An expanded notion of buildings and the worlds they create is reflected further in the photographs by Randhir Singh that were commissioned for the exhibition and portray many landmark buildings in flux: autorickshaws clustered outside Laurie Baker’s coffee house in Trivandrum (Thiruvananthapuram); a bustling market shadowed by Balkrishna Doshi’s Premabhai Hall in Ahmedabad; a long table full of studying (and, in at least two cases, slumbering) students in Muzharul Islam’s Dhaka University Library.
The potential for such an ethnographic sensibility—that is, an attention to the ways people make and shape architecture, and also how architecture makes and shapes people—to transform the way campaigners and activists communicate the power of built heritage is rendered explicit in Mrinalini Rajagopalan’s catalogue essay. Demands to protect modernist architecture need not be constrained by desires for the “original” or the “pristine,” which are typically expressed in the dominant languages of restoration and conservation. Rather, value can be asserted through a public history approach, which recognizes buildings as sites of labor, creativity, and community. This necessitates, for Rajagopalan, “a rethinking of architectural authorship in more capacious ways”—beyond a celebration of the lone, genius architect and their vision, and toward, instead, an appreciation of buildings as messy, lived archives of sociality, sentiment, and belonging.
This understanding is consistent with the aims of many socially conscious architects, particularly those who formed part of this postindependence generation. Dhaka-based Muzharul Islam, for instance, preferred to use the Bengali word sthapatyashilpa to describe his practice, “a term encompassing all aspects of architecture from its imagining to construction and occupation.” Karachi-based Yasmeen Lari has advocated for seeing architecture as a “process” rather than a “product.”1
The outcomes of this approach can be seen in Lari’s Anguri Bagh Housing Scheme, a neighborhood in Lahore commissioned by the populist government of Zulfikar Ali Bhutto in the 1970s and featured in the MoMA exhibition. Today, the development’s original red-brick facades bear the marks of many lives lived: some have been clad with tiles, others affixed with decorative features, Islamic calligraphy, even Corinthian columns. The uniform elevations have been disrupted by additional stories added to rooftops by the residents of some blocks, to make room for growing families. What would it mean to see these accumulations as a vital part of the heritage of modernism in this place, rather than distractions and deviations from some distant original?
The loss of the pyramids at Pragati Maidan was felt so keenly not simply because they represented a pioneering form of space-frame construction in concrete; these buildings functioned, for so many Delhiites, as open and inviting vectors to the future. The potential for architecture to make a new world seem possible and, crucially, tangible for so many different sections of society is a defining feature of this postindependence period—and a legacy to be salvaged from these modernist structures.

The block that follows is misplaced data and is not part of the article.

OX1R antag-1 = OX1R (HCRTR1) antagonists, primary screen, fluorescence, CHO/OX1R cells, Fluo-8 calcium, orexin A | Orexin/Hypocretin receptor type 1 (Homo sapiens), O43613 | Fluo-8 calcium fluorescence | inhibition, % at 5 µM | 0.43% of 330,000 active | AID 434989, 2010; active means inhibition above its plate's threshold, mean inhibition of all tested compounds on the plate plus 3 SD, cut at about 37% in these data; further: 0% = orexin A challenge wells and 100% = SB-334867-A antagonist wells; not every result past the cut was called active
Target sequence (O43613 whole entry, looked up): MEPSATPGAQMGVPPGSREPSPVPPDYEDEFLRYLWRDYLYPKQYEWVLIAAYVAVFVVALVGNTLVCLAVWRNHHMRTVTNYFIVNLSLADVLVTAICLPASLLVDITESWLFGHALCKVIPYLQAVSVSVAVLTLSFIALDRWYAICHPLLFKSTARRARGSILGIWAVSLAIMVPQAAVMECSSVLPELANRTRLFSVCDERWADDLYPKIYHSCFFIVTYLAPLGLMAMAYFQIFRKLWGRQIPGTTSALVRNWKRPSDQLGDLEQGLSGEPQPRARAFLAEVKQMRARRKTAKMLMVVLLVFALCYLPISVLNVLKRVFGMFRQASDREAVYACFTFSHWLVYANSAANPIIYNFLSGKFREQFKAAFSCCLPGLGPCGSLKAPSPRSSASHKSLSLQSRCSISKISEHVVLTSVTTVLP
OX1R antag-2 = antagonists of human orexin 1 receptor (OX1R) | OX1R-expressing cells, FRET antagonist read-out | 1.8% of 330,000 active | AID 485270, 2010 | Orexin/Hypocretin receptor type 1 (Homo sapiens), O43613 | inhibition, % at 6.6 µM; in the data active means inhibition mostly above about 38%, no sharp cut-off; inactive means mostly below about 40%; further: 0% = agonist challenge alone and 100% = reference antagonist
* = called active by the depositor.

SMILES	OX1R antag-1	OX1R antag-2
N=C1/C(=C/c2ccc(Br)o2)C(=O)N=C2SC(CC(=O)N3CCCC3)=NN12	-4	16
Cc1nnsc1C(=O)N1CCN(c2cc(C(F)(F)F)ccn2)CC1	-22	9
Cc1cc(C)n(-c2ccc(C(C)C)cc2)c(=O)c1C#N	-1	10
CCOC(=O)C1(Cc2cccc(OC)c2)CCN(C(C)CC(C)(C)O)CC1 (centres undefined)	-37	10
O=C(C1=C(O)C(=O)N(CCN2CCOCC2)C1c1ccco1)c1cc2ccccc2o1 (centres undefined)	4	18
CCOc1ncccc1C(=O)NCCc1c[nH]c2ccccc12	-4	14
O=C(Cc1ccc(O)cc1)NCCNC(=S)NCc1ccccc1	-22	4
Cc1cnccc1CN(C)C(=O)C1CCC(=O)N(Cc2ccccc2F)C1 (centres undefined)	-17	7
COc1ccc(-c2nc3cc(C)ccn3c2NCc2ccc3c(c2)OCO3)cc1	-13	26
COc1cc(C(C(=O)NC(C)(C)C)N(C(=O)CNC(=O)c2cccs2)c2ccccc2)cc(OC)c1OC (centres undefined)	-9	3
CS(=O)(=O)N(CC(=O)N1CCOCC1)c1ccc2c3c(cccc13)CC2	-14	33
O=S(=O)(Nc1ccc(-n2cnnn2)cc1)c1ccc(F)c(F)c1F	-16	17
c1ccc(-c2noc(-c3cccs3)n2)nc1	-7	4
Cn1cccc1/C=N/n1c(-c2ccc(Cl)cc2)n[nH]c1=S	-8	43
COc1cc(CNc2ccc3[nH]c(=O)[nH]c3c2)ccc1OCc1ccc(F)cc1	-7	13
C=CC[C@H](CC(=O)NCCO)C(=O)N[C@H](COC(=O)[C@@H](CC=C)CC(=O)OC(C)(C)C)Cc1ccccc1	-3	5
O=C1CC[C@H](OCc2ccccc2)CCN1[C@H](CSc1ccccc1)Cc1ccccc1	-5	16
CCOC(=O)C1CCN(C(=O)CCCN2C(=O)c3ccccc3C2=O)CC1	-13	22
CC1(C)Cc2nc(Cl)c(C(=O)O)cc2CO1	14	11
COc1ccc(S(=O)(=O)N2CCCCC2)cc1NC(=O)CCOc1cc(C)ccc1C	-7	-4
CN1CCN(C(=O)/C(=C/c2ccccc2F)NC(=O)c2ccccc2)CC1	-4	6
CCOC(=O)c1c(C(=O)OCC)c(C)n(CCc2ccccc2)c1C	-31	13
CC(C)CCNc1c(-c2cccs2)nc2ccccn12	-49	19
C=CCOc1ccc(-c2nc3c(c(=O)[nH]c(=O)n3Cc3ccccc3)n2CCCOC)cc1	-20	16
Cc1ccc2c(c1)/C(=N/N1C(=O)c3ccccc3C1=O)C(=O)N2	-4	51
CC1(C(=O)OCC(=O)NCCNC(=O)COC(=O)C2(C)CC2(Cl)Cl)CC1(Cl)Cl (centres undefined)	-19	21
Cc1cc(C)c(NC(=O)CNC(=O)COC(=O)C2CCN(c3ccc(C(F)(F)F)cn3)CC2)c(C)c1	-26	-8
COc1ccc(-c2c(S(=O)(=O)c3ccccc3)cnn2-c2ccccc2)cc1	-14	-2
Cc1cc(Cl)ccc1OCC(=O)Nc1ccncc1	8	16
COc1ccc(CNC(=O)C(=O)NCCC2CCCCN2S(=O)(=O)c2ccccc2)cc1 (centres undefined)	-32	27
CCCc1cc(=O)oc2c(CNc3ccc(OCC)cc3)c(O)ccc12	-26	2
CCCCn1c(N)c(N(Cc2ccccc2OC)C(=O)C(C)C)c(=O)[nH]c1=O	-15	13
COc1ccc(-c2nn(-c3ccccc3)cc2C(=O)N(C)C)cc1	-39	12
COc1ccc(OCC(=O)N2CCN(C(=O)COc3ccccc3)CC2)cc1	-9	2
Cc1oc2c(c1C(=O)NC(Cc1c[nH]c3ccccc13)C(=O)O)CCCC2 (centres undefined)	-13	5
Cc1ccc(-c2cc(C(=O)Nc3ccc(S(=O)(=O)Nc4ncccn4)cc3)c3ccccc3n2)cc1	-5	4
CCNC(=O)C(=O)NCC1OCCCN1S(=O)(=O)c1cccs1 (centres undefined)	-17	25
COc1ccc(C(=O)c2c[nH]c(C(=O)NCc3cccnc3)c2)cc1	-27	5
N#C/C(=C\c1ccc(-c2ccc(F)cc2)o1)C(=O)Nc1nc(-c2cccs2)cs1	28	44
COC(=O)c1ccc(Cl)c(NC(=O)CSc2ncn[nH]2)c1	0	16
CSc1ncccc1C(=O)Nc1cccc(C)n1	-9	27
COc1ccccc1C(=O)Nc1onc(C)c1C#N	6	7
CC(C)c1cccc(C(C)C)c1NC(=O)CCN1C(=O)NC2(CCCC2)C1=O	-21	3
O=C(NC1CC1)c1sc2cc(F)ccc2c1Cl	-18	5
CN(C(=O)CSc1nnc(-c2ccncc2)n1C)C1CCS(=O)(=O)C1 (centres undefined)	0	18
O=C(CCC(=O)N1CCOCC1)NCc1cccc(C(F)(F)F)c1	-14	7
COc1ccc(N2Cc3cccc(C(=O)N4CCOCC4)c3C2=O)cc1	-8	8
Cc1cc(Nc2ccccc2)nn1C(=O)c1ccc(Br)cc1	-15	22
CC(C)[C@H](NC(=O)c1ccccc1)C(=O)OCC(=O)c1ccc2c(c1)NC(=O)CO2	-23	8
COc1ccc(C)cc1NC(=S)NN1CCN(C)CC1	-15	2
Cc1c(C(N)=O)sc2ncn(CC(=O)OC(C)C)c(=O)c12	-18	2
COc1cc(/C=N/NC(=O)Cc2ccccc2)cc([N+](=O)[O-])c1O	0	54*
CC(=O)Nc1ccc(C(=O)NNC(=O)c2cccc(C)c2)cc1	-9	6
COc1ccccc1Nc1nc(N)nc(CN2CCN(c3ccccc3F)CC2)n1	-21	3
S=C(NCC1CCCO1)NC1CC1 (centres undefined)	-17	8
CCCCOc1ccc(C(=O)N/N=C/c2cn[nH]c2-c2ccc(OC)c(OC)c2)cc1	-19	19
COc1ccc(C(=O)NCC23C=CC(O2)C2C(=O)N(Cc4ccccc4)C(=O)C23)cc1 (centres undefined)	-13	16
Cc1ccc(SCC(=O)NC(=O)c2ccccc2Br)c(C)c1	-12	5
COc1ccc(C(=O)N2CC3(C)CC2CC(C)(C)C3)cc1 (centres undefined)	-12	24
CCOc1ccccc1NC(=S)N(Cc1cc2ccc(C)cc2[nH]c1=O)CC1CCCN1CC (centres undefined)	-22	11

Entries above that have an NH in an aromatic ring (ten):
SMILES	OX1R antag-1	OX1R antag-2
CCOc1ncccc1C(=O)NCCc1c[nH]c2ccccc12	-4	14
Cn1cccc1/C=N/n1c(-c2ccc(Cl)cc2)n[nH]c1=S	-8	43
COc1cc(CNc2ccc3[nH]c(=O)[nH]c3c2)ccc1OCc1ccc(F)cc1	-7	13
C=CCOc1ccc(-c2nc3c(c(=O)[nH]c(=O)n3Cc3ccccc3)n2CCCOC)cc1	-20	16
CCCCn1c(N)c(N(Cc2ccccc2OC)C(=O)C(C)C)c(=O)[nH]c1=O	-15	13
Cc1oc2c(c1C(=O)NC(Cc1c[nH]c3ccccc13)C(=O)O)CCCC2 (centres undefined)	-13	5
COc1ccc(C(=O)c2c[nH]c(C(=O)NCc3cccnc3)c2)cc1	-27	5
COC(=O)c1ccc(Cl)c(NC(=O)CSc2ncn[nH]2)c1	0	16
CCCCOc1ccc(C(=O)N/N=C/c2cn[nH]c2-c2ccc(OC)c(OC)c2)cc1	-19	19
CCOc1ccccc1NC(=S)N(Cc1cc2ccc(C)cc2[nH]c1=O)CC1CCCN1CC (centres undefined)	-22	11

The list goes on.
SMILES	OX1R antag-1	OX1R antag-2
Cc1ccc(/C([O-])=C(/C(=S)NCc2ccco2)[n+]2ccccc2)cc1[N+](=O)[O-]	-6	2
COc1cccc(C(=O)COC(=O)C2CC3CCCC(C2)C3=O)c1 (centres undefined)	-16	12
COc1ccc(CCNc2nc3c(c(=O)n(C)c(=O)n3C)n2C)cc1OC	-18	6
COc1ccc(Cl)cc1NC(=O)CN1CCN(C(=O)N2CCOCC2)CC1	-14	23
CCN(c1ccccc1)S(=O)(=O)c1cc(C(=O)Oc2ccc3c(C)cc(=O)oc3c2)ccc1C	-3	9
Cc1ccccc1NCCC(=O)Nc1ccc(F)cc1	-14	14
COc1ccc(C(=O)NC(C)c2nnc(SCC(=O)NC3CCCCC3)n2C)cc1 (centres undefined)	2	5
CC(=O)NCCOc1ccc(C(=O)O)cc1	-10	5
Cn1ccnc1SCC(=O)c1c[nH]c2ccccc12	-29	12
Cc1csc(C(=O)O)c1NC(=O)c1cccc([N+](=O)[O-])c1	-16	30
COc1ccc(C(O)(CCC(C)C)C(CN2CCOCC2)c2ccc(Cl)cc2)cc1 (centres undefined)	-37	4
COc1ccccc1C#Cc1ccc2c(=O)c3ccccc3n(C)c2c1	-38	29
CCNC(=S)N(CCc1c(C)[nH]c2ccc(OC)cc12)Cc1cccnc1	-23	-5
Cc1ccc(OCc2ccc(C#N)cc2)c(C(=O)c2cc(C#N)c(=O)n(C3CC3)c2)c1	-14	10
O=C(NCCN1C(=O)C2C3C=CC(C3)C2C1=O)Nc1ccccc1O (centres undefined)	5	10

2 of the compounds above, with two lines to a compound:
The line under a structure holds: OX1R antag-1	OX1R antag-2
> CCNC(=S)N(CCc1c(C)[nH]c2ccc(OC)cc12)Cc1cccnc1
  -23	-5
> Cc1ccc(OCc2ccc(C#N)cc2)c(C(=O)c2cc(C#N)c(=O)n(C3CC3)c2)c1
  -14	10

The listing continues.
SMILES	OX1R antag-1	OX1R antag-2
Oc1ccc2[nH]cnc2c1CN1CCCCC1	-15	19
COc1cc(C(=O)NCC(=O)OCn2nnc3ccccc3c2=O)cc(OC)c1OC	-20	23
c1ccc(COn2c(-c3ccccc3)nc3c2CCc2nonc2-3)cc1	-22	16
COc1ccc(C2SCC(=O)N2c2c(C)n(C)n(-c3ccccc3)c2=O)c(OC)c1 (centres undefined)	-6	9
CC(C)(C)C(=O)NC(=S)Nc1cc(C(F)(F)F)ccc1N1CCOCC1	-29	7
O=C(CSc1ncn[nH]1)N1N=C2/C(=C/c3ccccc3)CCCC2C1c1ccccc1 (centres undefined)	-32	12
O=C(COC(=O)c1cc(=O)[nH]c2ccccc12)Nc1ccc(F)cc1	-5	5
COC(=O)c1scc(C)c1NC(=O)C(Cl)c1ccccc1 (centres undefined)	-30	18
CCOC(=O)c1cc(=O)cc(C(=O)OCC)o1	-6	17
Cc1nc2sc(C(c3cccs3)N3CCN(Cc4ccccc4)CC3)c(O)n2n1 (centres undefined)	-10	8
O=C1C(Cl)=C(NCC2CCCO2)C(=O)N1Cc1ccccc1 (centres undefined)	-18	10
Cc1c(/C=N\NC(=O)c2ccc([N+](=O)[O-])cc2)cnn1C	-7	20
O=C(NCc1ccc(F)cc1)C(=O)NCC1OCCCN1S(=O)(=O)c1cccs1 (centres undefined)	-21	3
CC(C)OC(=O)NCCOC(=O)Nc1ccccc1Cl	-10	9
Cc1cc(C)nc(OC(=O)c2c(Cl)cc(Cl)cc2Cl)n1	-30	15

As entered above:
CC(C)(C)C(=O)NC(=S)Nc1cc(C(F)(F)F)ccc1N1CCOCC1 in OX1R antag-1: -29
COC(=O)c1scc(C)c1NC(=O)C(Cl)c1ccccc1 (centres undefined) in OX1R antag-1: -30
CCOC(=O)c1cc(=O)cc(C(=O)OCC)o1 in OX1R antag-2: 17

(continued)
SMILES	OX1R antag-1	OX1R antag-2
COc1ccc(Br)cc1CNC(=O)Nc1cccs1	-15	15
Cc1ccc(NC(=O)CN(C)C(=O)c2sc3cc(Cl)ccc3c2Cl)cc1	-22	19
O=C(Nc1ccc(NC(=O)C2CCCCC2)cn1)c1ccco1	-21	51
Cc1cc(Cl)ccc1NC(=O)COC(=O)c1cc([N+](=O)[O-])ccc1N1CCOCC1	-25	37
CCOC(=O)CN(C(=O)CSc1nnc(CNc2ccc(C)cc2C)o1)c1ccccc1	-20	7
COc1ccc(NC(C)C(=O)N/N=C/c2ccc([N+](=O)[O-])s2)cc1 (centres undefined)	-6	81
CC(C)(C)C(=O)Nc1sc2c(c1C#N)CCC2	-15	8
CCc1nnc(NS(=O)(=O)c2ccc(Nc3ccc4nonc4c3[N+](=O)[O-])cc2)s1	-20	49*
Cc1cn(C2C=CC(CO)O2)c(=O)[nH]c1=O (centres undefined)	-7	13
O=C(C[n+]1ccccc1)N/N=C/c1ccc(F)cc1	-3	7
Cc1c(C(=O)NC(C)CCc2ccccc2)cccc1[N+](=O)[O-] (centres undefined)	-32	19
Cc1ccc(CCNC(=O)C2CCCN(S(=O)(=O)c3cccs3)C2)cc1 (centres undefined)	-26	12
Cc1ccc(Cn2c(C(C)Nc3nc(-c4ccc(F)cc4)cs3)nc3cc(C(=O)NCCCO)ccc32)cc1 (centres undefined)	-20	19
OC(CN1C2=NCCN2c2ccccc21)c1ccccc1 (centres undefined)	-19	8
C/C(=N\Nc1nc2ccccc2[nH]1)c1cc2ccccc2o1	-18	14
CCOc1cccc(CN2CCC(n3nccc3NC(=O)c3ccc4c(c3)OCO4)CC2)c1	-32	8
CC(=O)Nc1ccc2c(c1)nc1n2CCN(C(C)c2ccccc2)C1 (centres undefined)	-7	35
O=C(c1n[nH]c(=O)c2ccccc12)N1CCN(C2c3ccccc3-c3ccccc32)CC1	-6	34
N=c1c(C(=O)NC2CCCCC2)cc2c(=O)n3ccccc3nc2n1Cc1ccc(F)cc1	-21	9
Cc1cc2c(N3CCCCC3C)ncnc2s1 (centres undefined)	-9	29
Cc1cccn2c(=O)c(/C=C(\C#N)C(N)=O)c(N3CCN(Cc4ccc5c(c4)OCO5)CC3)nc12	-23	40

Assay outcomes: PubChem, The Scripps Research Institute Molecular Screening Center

The challenge, and opportunity, for heritage campaigners is to channel the clamor of memory and affection into their defense of built forms: to document buildings but also to register their significance to those who visit, work, or live in them. This is a project that museum curators, too, can engage with—especially when, as at the MoMA, the displays are so charged with a sense of responsibility. Where are the people? What might we uncover about the history of a building from those who have navigated its forms?
A visit to Pragati Maidan begins Ravi Sundaram’s 2009 book on postcolonial urbanism, Pirate Modernity. Sundaram attended the opening of the Hall of Nations as a young boy with his family, joining the crowds queueing to witness the technological spectacle promised by both the building and the ASIA-72 international fair being hosted inside. Pirate Modernity is concerned with how the top-down, technocratic visions of India’s urban planners have been received, repurposed, and undone by those who inhabit the city, particularly working-class communities. Sundaram asks what can be learned from the creative, and often illegal, engagements with space and infrastructure that mark contemporary life in a city like Delhi: gray markets, squatter settlements, the tangled wires that facilitate the piratical siphoning off of electricity or cable networks.
Sundaram’s is not a story of control met by resistance but, rather, of adaptation and appropriation. Pirate Modernity is a reminder that those who make decisions about or disperse the resources that shape the contemporary metropolis can never entirely control its rhythms. The city is animated by those who inhabit it, and, as such, is necessarily a place of chance, accident, and surprise.
What would a similar approach to the archives of modern architecture reveal? It should, in the first place, find room not just for drawings, plans, and the promotional photos solicited by architectural offices. It would also elevate the stories of builders, residents, and users, cataloguing interventions and transformations and the multitude of practices deployed to make a place familiar, a participant in the patterns of everyday life. It could also fuel a more democratic, participatory model of heritage, one that would celebrate the unintended consequences of design, rather than bemoaning departures from some “authentic” vision. This approach would allow for a building’s continued use and evolution, even as it promotes the documentation of idiosyncrasies and practices of sensitive repair.
It is unlikely, of course, that such a reformulation would dent the juggernaut of development across the states of contemporary South Asia: the relentless pursuit of “the new” and “the world class” to serve profit and power, a process in which architects are often deeply complicit. But a radically open understanding of architectural authorship offers a more robust picture of why certain structures must be defended—not just for futures lost, but for rich and diverse presents enduring.
- Yasmeen Lari, “Architecture and Politics, and the Politics of Architecture: Changing Architectural Scene in Subcontinent,” Archi Times, August 1990. ↩